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Euphoria: A depressingly meaningless death in post-Christian Europe

By Thomas M. Sipos
web posted July 9, 2018

Lisa Langseth's Euphoria (2017) is a cinematic masterpiece, though perhaps not for the reasons she intended. Her film is a family drama about death and dying. What distinguishes Euphoria from similarly themed works is its depressingly acute portrayal of how post-Christian Europe shapes peoples' attitudes toward death. I doubt that Langseth was aware that she was commenting on post-Christian culture. Rather, she lives in it and assumes its premises. Like a fish that's unaware of water, Langseth has unintentionally shown us land dwellers what it's like to die underwater.

Emilie (Eva Green) lives in Europe. (Where exactly is never stated, but this British-Swedish-German co-production was shot in Germany.) She's asked her sister, Ines (Alicia Vikander), to fly in from New York to join her at a nature retreat. Ines is an artist whom Emilie has not seen in many years. We never learn Emilie's occupation, but like Ines, she's single and childless.

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Arriving at the retreat, Emilie drops a bombshell. She is dying of cancer. The retreat is a euthanasia hospice. After six blissful days in the hospice's bucolic setting, Emilie will be offered poison. No one will force her to take it. She can change her mind and leave. But she will die, now or later.

Well, we all knew that euthanasia was legal in much of Europe. Apparently resorts like this exist to "allow those of us who can afford it to pay for a comfortable death," as Mr. Daren (Charles Dance) cynically observes. Daren is dying of a brain tumor.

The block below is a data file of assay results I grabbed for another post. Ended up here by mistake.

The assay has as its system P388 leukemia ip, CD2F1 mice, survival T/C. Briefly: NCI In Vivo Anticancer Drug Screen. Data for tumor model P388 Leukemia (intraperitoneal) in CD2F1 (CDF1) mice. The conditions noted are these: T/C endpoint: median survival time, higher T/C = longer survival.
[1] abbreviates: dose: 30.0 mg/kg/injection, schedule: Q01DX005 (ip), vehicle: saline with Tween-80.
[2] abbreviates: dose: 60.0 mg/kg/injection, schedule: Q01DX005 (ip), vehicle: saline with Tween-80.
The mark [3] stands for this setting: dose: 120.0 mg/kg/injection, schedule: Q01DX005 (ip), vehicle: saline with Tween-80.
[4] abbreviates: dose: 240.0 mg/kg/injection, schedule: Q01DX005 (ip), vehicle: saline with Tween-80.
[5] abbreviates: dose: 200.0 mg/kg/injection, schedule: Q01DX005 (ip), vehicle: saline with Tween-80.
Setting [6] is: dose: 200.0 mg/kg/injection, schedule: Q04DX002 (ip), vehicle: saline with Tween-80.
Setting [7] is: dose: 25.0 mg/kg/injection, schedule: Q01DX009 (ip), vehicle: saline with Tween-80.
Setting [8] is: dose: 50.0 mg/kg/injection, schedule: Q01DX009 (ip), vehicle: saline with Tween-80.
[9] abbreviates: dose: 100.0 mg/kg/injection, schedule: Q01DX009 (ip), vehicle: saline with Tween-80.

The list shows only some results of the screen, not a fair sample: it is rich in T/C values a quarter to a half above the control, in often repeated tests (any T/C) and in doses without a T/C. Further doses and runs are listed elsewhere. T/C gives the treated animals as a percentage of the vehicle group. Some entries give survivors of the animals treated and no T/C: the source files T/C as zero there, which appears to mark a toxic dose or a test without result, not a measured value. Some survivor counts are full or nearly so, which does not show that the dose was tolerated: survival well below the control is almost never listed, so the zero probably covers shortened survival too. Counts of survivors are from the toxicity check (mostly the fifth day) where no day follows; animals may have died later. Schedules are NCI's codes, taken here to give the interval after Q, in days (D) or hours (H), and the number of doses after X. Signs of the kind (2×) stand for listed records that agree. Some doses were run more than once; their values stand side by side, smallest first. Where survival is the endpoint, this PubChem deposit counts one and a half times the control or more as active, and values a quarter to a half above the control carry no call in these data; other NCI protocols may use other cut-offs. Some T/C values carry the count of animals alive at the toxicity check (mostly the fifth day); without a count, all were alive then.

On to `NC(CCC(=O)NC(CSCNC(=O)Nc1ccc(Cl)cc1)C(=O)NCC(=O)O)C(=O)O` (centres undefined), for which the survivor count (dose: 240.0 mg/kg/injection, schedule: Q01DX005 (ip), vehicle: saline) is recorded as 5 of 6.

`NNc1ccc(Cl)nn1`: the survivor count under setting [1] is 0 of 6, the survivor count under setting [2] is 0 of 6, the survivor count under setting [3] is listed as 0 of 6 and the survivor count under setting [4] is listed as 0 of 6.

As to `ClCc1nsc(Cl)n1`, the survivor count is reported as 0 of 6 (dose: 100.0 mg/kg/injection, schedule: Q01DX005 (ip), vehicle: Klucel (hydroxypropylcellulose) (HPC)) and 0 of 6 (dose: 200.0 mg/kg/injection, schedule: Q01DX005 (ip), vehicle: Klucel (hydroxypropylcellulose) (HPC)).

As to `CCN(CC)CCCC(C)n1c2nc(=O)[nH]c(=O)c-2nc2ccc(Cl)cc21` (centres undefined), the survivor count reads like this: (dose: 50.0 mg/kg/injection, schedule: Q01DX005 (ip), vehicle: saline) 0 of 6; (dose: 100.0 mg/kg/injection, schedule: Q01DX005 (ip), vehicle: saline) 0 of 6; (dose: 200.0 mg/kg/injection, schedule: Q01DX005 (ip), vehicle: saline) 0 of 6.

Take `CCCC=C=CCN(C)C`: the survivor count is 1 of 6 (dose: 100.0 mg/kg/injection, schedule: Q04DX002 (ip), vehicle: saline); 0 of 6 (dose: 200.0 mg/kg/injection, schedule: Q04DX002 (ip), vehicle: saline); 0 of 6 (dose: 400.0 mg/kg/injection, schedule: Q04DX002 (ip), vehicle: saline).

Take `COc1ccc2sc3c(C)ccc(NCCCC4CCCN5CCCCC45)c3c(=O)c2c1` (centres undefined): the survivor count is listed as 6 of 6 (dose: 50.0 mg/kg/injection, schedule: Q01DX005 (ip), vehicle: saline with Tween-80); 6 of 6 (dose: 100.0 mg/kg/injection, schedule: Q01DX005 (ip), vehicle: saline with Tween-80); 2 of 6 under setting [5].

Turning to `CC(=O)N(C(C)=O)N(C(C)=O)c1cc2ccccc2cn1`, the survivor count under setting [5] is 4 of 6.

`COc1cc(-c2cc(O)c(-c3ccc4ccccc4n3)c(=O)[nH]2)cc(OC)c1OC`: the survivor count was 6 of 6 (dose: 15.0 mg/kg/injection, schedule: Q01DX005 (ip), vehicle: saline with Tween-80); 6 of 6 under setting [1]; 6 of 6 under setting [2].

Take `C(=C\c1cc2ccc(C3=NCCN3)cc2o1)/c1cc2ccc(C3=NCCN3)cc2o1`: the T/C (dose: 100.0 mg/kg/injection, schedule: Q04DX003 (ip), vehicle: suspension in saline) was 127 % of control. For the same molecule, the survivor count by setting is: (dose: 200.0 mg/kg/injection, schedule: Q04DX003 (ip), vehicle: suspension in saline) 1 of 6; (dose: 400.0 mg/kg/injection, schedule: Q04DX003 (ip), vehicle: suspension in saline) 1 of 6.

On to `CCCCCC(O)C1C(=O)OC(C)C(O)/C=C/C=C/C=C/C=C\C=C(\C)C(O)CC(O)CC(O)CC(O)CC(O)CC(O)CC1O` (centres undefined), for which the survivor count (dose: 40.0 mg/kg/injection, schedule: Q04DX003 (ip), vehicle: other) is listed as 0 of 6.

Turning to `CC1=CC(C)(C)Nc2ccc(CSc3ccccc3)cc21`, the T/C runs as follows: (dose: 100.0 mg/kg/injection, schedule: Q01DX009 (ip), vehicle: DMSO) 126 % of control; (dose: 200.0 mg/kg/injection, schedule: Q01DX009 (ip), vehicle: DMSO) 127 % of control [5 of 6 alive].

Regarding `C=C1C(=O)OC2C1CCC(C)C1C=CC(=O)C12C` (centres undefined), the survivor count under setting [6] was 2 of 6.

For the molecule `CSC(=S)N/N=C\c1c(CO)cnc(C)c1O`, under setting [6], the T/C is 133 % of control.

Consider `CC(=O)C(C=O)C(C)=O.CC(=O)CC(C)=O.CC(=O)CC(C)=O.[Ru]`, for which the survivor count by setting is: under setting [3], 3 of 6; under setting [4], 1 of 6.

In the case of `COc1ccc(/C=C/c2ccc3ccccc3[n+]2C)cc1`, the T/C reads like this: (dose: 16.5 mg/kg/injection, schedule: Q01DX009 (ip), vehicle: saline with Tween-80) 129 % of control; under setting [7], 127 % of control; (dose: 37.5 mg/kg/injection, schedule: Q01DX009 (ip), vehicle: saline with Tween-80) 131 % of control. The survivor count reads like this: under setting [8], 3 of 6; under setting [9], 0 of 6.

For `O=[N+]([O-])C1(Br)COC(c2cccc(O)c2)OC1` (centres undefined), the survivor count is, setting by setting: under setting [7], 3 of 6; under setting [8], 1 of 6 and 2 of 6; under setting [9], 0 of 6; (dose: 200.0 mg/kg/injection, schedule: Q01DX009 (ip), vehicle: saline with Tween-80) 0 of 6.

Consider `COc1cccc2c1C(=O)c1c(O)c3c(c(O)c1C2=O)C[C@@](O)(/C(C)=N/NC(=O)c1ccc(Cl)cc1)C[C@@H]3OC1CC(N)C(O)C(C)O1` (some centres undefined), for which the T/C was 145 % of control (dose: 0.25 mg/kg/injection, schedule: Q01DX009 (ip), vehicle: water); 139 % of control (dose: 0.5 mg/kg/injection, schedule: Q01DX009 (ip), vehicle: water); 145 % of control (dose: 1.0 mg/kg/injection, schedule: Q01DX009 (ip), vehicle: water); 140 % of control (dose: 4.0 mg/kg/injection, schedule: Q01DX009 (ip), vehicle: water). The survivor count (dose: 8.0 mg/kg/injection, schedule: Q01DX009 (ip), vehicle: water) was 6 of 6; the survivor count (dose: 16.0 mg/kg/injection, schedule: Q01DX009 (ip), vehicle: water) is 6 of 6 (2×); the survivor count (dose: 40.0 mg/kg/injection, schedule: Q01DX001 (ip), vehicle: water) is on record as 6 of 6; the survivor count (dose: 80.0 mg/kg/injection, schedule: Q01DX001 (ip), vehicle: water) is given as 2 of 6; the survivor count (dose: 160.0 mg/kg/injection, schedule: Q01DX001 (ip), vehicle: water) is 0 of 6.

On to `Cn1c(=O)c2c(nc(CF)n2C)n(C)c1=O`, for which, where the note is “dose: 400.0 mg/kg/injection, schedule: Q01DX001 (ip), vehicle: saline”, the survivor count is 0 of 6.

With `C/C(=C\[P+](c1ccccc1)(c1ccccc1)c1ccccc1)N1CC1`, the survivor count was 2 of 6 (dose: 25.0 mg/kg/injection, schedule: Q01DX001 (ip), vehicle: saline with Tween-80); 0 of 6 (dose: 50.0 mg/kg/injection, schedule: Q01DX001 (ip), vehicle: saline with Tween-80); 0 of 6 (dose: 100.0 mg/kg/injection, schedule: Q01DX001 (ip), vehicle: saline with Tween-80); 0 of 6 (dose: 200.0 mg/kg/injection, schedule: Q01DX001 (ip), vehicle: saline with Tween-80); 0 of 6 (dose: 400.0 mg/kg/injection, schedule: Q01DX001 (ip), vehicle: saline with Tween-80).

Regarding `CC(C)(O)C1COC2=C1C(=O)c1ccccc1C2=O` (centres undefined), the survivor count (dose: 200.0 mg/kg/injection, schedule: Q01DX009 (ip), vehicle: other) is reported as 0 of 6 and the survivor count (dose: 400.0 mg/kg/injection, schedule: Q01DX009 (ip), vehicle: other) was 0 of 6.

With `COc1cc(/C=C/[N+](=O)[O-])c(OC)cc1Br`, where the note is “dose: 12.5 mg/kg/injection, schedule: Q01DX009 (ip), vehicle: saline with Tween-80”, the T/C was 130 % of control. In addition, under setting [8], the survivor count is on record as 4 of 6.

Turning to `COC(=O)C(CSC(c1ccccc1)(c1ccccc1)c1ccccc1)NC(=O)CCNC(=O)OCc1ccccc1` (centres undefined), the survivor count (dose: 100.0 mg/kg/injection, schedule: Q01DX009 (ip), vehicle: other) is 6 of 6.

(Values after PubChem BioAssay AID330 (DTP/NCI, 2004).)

Euphoria charts these last days in Emilie's life. She has long conversations with Ines. Good memories and suppressed resentments emerge. They talk, argue, laugh, and cry. Ines confesses that the best sex she ever had was with a couple (a threesome!) in Spain. Emilie has sex with a fellow ... patient? ... and dances with a staff member. All this is supposed to add up to something. Then Emilie takes poison and dies.

When we first meet her, early in the film, she says, "I'm nobody. Alone. Unimportant. Full of unfulfilled dreams." Beginning with that self-assessment, Euphoria asks the Big Question: Was there a meaning to Emilie's life? Is there meaning to any human life?

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The quest for meaning haunts the film's dying characters. Sitting beside a tranquil pond, Daren remarks to Ines, "I understand everything. But I have yet to find the meaning in anything."

Ines replies. "People seem to think that there's a kind of meaning. Something they should be able to understand before they die. There's nothing to understand. You just die. Very few accept that their lives are completely meaningless. Especially women. I mean, why would a life suddenly become important only because you're about to die?"

Langseth brilliantly captures the modern European. Her characters are so secular. So existential. So materialist. So full of angst. So despairing. Euphoria is full of characters facing death. Yet not a one ever mentions God, religion, or the afterlife. Ines mentions Heaven once, in a cynical throwaway line not meant to be taken seriously, and no one does. It's clear that she and Emilie regard Heaven as a myth, unworthy of serious discussion.

I don't think Langseth even considered that people facing death might want to discuss God. It's not that she's opposed to discussing religion. It just never occurred to her. Her story's materialist premises are assumed rather than advocated.

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Ironically, Euphoria takes a larger (albeit still mild) swipe at New Age spirituality. A man burns incense amid Buddhist bells and statues. A woman meditates in the nude. The entire hospice has a squishy, non-denominational, New Agey feel to it. True, Euphoria depicts this as yet another futile grasp at meaning, but it's telling that in crafting her materialist universe, Langseth took a poke at the New Age, whereas Christianity she ignored. New Age spirituality is rational materialism's greatest rival among Europeans. Christianity isn't even in the competition.